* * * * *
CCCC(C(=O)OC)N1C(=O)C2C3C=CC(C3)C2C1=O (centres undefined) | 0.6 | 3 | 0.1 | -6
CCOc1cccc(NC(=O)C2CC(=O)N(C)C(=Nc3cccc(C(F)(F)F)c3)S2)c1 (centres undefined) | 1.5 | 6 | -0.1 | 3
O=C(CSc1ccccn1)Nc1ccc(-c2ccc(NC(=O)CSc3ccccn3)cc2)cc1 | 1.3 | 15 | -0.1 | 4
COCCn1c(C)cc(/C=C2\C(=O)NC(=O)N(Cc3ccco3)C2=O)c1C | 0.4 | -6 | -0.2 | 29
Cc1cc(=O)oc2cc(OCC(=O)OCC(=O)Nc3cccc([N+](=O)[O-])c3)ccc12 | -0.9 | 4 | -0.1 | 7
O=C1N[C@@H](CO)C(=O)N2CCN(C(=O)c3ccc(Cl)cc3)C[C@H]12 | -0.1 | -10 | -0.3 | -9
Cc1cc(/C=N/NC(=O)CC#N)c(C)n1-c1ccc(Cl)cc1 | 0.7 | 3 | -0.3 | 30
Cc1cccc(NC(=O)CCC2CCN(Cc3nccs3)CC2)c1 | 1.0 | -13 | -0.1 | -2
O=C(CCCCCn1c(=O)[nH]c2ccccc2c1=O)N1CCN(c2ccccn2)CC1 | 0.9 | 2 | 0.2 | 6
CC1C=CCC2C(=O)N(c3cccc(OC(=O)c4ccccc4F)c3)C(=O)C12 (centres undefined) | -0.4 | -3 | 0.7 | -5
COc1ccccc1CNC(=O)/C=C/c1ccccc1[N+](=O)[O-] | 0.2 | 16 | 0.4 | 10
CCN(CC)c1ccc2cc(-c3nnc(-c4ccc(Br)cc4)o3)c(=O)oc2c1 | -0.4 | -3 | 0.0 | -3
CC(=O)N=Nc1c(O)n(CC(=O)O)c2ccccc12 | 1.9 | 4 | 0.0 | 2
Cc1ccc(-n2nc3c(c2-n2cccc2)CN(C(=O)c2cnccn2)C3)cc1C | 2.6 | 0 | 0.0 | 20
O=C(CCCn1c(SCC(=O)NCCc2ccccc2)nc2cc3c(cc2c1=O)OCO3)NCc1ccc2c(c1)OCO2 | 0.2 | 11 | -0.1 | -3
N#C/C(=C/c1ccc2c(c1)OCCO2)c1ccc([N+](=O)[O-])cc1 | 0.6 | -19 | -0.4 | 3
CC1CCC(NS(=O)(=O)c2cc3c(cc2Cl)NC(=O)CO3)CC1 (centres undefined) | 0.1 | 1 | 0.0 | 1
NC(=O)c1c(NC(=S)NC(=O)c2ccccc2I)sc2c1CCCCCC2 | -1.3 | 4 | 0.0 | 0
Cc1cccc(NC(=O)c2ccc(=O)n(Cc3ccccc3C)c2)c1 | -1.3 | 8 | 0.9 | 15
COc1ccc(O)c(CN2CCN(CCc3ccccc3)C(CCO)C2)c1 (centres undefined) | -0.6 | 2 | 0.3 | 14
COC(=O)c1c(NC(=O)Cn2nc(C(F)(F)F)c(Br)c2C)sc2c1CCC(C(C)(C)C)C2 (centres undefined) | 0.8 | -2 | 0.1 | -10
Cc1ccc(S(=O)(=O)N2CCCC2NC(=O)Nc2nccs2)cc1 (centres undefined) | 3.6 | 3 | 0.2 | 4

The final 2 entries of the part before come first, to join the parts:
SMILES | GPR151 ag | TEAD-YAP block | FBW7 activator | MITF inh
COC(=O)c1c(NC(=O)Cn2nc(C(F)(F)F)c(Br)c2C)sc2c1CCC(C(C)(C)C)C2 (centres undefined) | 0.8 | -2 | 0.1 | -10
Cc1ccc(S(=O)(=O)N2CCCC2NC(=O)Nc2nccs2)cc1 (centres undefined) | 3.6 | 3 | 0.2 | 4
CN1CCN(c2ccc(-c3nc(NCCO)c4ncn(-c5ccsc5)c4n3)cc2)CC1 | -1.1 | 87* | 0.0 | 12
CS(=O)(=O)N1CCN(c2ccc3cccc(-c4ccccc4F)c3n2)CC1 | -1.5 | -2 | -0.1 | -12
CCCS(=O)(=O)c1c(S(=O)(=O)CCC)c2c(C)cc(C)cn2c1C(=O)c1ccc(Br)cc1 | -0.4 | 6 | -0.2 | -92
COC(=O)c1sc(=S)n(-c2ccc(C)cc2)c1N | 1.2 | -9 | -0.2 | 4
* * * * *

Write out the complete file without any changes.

CCCC(C(=O)OC)N1C(=O)C2C3C=CC(C3)C2C1=O (centres undefined) | 0.6 | 3 | 0.1 | -6
CCOc1cccc(NC(=O)C2CC(=O)N(C)C(=Nc3cccc(C(F)(F)F)c3)S2)c1 (centres undefined) | 1.5 | 6 | -0.1 | 3
O=C(CSc1ccccn1)Nc1ccc(-c2ccc(NC(=O)CSc3ccccn3)cc2)cc1 | 1.3 | 15 | -0.1 | 4
COCCn1c(C)cc(/C=C2\C(=O)NC(=O)N(Cc3ccco3)C2=O)c1C | 0.4 | -6 | -0.2 | 29
Cc1cc(=O)oc2cc(OCC(=O)OCC(=O)Nc3cccc([N+](=O)[O-])c3)ccc12 | -0.9 | 4 | -0.1 | 7
O=C1N[C@@H](CO)C(=O)N2CCN(C(=O)c3ccc(Cl)cc3)C[C@H]12 | -0.1 | -10 | -0.3 | -9
Cc1cc(/C=N/NC(=O)CC#N)c(C)n1-c1ccc(Cl)cc1 | 0.7 | 3 | -0.3 | 30
Cc1cccc(NC(=O)CCC2CCN(Cc3nccs3)CC2)c1 | 1.0 | -13 | -0.1 | -2
O=C(CCCCCn1c(=O)[nH]c2ccccc2c1=O)N1CCN(c2ccccn2)CC1 | 0.9 | 2 | 0.2 | 6
CC1C=CCC2C(=O)N(c3cccc(OC(=O)c4ccccc4F)c3)C(=O)C12 (centres undefined) | -0.4 | -3 | 0.7 | -5
COc1ccccc1CNC(=O)/C=C/c1ccccc1[N+](=O)[O-] | 0.2 | 16 | 0.4 | 10
CCN(CC)c1ccc2cc(-c3nnc(-c4ccc(Br)cc4)o3)c(=O)oc2c1 | -0.4 | -3 | 0.0 | -3
CC(=O)N=Nc1c(O)n(CC(=O)O)c2ccccc12 | 1.9 | 4 | 0.0 | 2
Cc1ccc(-n2nc3c(c2-n2cccc2)CN(C(=O)c2cnccn2)C3)cc1C | 2.6 | 0 | 0.0 | 20
O=C(CCCn1c(SCC(=O)NCCc2ccccc2)nc2cc3c(cc2c1=O)OCO3)NCc1ccc2c(c1)OCO2 | 0.2 | 11 | -0.1 | -3
N#C/C(=C/c1ccc2c(c1)OCCO2)c1ccc([N+](=O)[O-])cc1 | 0.6 | -19 | -0.4 | 3
CC1CCC(NS(=O)(=O)c2cc3c(cc2Cl)NC(=O)CO3)CC1 (centres undefined) | 0.1 | 1 | 0.0 | 1
NC(=O)c1c(NC(=S)NC(=O)c2ccccc2I)sc2c1CCCCCC2 | -1.3 | 4 | 0.0 | 0
Cc1cccc(NC(=O)c2ccc(=O)n(Cc3ccccc3C)c2)c1 | -1.3 | 8 | 0.9 | 15
COc1ccc(O)c(CN2CCN(CCc3ccccc3)C(CCO)C2)c1 (centres undefined) | -0.6 | 2 | 0.3 | 14
COC(=O)c1c(NC(=O)Cn2nc(C(F)(F)F)c(Br)c2C)sc2c1CCC(C(C)(C)C)C2 (centres undefined) | 0.8 | -2 | 0.1 | -10
Cc1ccc(S(=O)(=O)N2CCCC2NC(=O)Nc2nccs2)cc1 (centres undefined) | 3.6 | 3 | 0.2 | 4

The final 2 entries of the part before come first, to join the parts:
SMILES | GPR151 ag | TEAD-YAP block | FBW7 activator | MITF inh
COC(=O)c1c(NC(=O)Cn2nc(C(F)(F)F)c(Br)c2C)sc2c1CCC(C(C)(C)C)C2 (centres undefined) | 0.8 | -2 | 0.1 | -10
Cc1ccc(S(=O)(=O)N2CCCC2NC(=O)Nc2nccs2)cc1 (centres undefined) | 3.6 | 3 | 0.2 | 4
CN1CCN(c2ccc(-c3nc(NCCO)c4ncn(-c5ccsc5)c4n3)cc2)CC1 | -1.1 | 87* | 0.0 | 12
CS(=O)(=O)N1CCN(c2ccc3cccc(-c4ccccc4F)c3n2)CC1 | -1.5 | -2 | -0.1 | -12
CCCS(=O)(=O)c1c(S(=O)(=O)CCC)c2c(C)cc(C)cn2c1C(=O)c1ccc(Br)cc1 | -0.4 | 6 | -0.2 | -92
COC(=O)c1sc(=S)n(-c2ccc(C)cc2)c1N | 1.2 | -9 | -0.2 | 4